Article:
During the International Week against Racism (12-25 March 2018) one of the events organised in Munich looked at the issue of statelessness among Roma. Entitled “Statelessness and Discrimination of Roma: An International Perspective” the event sought to raise awareness on the issues of Roma statelessness and discrimination, the interconnectedness between the two problems, and to compare the situation across different countries in Europe.
The event, attended by over 40 participants, was moderated by Nadia Wehrle and included a panel with Senada Sali, a lawyer at the European Roma Rights Centre; Maksym Dzhum, a Roma rights activist from Odessa; Mihael Ritter, Sinti activist from Germany; and me, Kateryna Gaidei from the Tenth of April in Ukraine.
Following my opening presentation on the findings of the #RomaBelong project which looked at the issue of statelessness among Roma populations in the Western Balkans and Ukraine, the subsequent discussion covered a broader range of countries and issues. The panelists discussed the situation of groups within the Roma community who may face additional disadvantage and discrimination, such as children, women, disabled people and people with limited literacy. The conversation touched on the resulting limitations in access to fundamental rights for many, especially to education, employment, healthcare, and social security.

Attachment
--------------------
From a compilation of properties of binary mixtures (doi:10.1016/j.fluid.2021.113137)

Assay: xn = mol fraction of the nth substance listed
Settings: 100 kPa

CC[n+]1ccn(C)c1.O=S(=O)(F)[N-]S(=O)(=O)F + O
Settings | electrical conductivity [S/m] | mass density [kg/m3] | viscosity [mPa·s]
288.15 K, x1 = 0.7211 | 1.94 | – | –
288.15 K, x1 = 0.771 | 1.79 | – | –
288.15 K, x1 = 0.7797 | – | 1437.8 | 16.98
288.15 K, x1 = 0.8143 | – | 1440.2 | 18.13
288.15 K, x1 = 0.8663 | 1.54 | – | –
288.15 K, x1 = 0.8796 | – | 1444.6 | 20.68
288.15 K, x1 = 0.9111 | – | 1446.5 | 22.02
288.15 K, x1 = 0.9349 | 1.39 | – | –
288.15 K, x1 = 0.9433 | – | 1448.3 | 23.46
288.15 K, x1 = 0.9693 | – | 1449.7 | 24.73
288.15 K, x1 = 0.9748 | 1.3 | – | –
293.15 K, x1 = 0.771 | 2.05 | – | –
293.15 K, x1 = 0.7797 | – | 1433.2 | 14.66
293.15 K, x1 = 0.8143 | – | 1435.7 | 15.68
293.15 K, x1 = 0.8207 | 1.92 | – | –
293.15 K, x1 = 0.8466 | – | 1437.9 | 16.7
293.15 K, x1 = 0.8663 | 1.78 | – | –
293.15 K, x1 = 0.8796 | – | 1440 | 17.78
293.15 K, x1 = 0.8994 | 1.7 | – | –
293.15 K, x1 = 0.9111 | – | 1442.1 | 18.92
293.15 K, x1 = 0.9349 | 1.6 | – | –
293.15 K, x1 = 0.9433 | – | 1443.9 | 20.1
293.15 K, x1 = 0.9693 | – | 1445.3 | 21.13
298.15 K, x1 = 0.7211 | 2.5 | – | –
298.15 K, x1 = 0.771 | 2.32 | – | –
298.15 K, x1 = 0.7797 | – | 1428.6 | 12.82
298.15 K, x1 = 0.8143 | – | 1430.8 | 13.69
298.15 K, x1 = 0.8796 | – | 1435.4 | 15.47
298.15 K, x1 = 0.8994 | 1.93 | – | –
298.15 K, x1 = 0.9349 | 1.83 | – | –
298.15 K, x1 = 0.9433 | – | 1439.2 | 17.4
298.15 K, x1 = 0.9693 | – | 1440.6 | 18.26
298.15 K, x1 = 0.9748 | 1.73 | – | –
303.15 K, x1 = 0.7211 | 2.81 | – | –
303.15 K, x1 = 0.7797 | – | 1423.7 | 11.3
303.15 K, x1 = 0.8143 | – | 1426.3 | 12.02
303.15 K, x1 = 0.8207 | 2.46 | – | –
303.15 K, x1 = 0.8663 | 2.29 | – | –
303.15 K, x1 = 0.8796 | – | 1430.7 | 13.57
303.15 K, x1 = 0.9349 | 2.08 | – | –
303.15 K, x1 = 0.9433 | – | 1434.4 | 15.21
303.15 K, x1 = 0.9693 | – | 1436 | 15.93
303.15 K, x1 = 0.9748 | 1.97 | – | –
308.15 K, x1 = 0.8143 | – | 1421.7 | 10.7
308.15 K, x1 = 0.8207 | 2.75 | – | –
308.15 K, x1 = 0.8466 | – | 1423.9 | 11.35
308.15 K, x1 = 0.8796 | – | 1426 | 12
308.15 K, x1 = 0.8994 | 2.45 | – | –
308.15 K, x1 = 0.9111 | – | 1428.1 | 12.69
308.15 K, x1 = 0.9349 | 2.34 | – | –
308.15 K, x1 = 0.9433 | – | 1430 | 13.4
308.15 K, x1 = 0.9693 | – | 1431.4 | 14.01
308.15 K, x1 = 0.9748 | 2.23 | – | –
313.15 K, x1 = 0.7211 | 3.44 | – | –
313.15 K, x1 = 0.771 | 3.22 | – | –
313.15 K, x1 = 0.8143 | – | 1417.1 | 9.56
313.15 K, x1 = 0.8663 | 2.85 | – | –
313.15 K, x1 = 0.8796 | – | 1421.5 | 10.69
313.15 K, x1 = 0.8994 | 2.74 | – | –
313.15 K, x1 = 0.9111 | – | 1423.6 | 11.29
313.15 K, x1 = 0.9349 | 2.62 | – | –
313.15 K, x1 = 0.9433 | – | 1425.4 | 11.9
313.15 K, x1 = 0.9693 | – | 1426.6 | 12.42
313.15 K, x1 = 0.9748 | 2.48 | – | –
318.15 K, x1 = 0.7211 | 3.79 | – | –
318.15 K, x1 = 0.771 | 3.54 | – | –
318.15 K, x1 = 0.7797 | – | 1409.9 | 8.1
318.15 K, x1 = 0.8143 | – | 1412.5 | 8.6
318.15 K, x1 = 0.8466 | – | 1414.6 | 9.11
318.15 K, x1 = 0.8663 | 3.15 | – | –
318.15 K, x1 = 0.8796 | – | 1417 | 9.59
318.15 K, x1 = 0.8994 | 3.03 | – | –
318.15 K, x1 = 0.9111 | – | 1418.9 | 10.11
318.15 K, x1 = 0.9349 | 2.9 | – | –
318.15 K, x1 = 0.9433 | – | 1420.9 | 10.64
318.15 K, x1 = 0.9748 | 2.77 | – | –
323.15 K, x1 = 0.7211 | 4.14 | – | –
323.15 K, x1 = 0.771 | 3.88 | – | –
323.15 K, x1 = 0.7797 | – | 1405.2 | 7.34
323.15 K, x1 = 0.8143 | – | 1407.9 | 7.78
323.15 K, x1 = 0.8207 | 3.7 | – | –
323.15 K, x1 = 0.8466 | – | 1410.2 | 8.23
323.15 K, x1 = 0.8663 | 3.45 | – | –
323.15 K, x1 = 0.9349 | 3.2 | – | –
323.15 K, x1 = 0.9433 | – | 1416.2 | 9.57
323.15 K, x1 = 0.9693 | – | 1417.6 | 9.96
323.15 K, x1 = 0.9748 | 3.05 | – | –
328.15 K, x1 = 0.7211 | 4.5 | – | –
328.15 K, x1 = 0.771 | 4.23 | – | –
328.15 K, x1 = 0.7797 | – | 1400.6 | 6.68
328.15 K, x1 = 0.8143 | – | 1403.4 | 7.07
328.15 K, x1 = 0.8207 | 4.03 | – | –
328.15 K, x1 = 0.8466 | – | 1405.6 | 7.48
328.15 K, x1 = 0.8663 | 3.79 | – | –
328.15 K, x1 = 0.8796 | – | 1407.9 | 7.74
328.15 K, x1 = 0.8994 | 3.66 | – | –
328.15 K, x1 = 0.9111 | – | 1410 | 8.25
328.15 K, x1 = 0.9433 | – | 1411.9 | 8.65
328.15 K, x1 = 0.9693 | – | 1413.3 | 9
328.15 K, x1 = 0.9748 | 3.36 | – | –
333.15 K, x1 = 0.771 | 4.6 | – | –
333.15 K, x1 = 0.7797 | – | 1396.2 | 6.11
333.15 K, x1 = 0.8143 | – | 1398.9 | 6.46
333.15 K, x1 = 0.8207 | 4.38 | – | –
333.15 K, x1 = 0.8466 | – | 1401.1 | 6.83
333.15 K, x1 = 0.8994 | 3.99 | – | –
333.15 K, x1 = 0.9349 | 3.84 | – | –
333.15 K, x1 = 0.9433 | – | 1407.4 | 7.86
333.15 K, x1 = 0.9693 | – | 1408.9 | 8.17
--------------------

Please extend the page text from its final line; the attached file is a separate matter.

The vicious circle created and exacerbated by discrimination being both a cause and a consequence of Roma statelessness and the situation of those trapped in it was discussed with an emphasis on how this can be broken and what organisations can do to make this happen. The common view of the panelists was that state authorities should take more responsibility for changing the situation and ending the long-existing discrimination and risk of statelessness among the Roma.
Special thanks goes to the Rosa-Luxemburg-Stiftung, which made it possible for guest speakers from different countries to attend, and the organisers, Loulou Kinski from the Munich Refugee Council, Jana Weidhaase from the Bavarian Refugee Council, Nadia Wehrle from Madhouse gemeinnuetzige GmbH Munich, and Moritz Schleissig from Bellevue di Monaco.
Photo credit: Gerhard Hallermayer